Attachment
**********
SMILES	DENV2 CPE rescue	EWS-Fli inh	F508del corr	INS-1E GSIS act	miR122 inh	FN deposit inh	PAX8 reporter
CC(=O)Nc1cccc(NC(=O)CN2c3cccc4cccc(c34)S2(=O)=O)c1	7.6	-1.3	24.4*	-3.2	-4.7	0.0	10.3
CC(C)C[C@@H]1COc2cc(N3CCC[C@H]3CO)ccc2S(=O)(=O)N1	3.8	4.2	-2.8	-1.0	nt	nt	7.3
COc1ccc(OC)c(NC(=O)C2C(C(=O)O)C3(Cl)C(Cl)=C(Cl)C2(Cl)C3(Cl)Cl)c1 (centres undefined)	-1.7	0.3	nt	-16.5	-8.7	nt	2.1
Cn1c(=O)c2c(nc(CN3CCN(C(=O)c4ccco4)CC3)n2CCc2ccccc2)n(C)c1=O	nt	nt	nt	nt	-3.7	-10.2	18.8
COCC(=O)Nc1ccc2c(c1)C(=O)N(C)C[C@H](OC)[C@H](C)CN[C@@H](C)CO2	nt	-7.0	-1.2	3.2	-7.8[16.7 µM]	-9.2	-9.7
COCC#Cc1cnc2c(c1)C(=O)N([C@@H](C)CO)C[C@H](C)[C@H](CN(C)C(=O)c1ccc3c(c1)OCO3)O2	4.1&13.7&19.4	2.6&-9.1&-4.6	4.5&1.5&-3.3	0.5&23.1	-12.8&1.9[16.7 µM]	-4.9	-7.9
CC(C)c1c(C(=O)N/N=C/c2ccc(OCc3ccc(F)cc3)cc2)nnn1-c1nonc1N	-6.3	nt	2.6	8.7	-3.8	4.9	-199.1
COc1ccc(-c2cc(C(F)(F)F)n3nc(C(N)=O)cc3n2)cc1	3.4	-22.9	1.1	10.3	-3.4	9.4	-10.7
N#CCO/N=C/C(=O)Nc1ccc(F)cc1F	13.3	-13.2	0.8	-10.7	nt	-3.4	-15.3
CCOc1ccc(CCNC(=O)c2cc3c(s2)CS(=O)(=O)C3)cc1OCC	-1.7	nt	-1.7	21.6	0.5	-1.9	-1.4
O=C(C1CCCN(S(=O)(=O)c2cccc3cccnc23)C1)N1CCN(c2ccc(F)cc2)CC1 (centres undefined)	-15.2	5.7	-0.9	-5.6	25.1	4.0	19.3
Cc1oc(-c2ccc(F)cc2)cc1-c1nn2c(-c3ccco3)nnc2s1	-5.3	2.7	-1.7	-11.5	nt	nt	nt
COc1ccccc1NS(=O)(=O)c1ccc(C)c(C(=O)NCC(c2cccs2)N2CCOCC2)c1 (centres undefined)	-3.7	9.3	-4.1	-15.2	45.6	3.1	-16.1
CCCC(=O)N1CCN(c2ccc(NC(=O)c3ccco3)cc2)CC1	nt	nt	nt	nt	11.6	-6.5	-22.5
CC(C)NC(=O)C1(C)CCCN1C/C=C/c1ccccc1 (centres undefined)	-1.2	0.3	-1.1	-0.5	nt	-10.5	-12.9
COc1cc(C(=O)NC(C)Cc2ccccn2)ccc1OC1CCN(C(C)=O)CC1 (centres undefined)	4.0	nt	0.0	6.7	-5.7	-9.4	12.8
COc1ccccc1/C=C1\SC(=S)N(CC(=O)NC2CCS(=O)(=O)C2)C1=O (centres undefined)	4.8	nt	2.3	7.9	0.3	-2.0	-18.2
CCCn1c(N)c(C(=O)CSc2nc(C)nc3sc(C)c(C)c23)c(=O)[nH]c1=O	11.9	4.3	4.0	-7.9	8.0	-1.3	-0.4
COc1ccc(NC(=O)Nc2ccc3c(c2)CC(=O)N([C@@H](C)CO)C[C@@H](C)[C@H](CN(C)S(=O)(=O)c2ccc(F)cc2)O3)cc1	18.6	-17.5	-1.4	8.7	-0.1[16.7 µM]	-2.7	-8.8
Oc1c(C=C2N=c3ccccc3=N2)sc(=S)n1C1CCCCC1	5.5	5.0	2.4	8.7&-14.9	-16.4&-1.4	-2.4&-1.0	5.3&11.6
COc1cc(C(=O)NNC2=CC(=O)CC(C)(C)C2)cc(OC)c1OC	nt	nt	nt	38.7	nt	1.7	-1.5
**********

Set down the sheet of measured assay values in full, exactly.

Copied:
SMILES	DENV2 CPE rescue	EWS-Fli inh	F508del corr	INS-1E GSIS act	miR122 inh	FN deposit inh	PAX8 reporter
CC(=O)Nc1cccc(NC(=O)CN2c3cccc4cccc(c34)S2(=O)=O)c1	7.6	-1.3	24.4*	-3.2	-4.7	0.0	10.3
CC(C)C[C@@H]1COc2cc(N3CCC[C@H]3CO)ccc2S(=O)(=O)N1	3.8	4.2	-2.8	-1.0	nt	nt	7.3
COc1ccc(OC)c(NC(=O)C2C(C(=O)O)C3(Cl)C(Cl)=C(Cl)C2(Cl)C3(Cl)Cl)c1 (centres undefined)	-1.7	0.3	nt	-16.5	-8.7	nt	2.1
Cn1c(=O)c2c(nc(CN3CCN(C(=O)c4ccco4)CC3)n2CCc2ccccc2)n(C)c1=O	nt	nt	nt	nt	-3.7	-10.2	18.8
COCC(=O)Nc1ccc2c(c1)C(=O)N(C)C[C@H](OC)[C@H](C)CN[C@@H](C)CO2	nt	-7.0	-1.2	3.2	-7.8[16.7 µM]	-9.2	-9.7
COCC#Cc1cnc2c(c1)C(=O)N([C@@H](C)CO)C[C@H](C)[C@H](CN(C)C(=O)c1ccc3c(c1)OCO3)O2	4.1&13.7&19.4	2.6&-9.1&-4.6	4.5&1.5&-3.3	0.5&23.1	-12.8&1.9[16.7 µM]	-4.9	-7.9
CC(C)c1c(C(=O)N/N=C/c2ccc(OCc3ccc(F)cc3)cc2)nnn1-c1nonc1N	-6.3	nt	2.6	8.7	-3.8	4.9	-199.1
COc1ccc(-c2cc(C(F)(F)F)n3nc(C(N)=O)cc3n2)cc1	3.4	-22.9	1.1	10.3	-3.4	9.4	-10.7
N#CCO/N=C/C(=O)Nc1ccc(F)cc1F	13.3	-13.2	0.8	-10.7	nt	-3.4	-15.3
CCOc1ccc(CCNC(=O)c2cc3c(s2)CS(=O)(=O)C3)cc1OCC	-1.7	nt	-1.7	21.6	0.5	-1.9	-1.4
O=C(C1CCCN(S(=O)(=O)c2cccc3cccnc23)C1)N1CCN(c2ccc(F)cc2)CC1 (centres undefined)	-15.2	5.7	-0.9	-5.6	25.1	4.0	19.3
Cc1oc(-c2ccc(F)cc2)cc1-c1nn2c(-c3ccco3)nnc2s1	-5.3	2.7	-1.7	-11.5	nt	nt	nt
COc1ccccc1NS(=O)(=O)c1ccc(C)c(C(=O)NCC(c2cccs2)N2CCOCC2)c1 (centres undefined)	-3.7	9.3	-4.1	-15.2	45.6	3.1	-16.1
CCCC(=O)N1CCN(c2ccc(NC(=O)c3ccco3)cc2)CC1	nt	nt	nt	nt	11.6	-6.5	-22.5
CC(C)NC(=O)C1(C)CCCN1C/C=C/c1ccccc1 (centres undefined)	-1.2	0.3	-1.1	-0.5	nt	-10.5	-12.9
COc1cc(C(=O)NC(C)Cc2ccccn2)ccc1OC1CCN(C(C)=O)CC1 (centres undefined)	4.0	nt	0.0	6.7	-5.7	-9.4	12.8
COc1ccccc1/C=C1\SC(=S)N(CC(=O)NC2CCS(=O)(=O)C2)C1=O (centres undefined)	4.8	nt	2.3	7.9	0.3	-2.0	-18.2
CCCn1c(N)c(C(=O)CSc2nc(C)nc3sc(C)c(C)c23)c(=O)[nH]c1=O	11.9	4.3	4.0	-7.9	8.0	-1.3	-0.4
COc1ccc(NC(=O)Nc2ccc3c(c2)CC(=O)N([C@@H](C)CO)C[C@@H](C)[C@H](CN(C)S(=O)(=O)c2ccc(F)cc2)O3)cc1	18.6	-17.5	-1.4	8.7	-0.1[16.7 µM]	-2.7	-8.8
Oc1c(C=C2N=c3ccccc3=N2)sc(=S)n1C1CCCCC1	5.5	5.0	2.4	8.7&-14.9	-16.4&-1.4	-2.4&-1.0	5.3&11.6
COc1cc(C(=O)NNC2=CC(=O)CC(C)(C)C2)cc(OC)c1OC	nt	nt	nt	38.7	nt	1.7	-1.5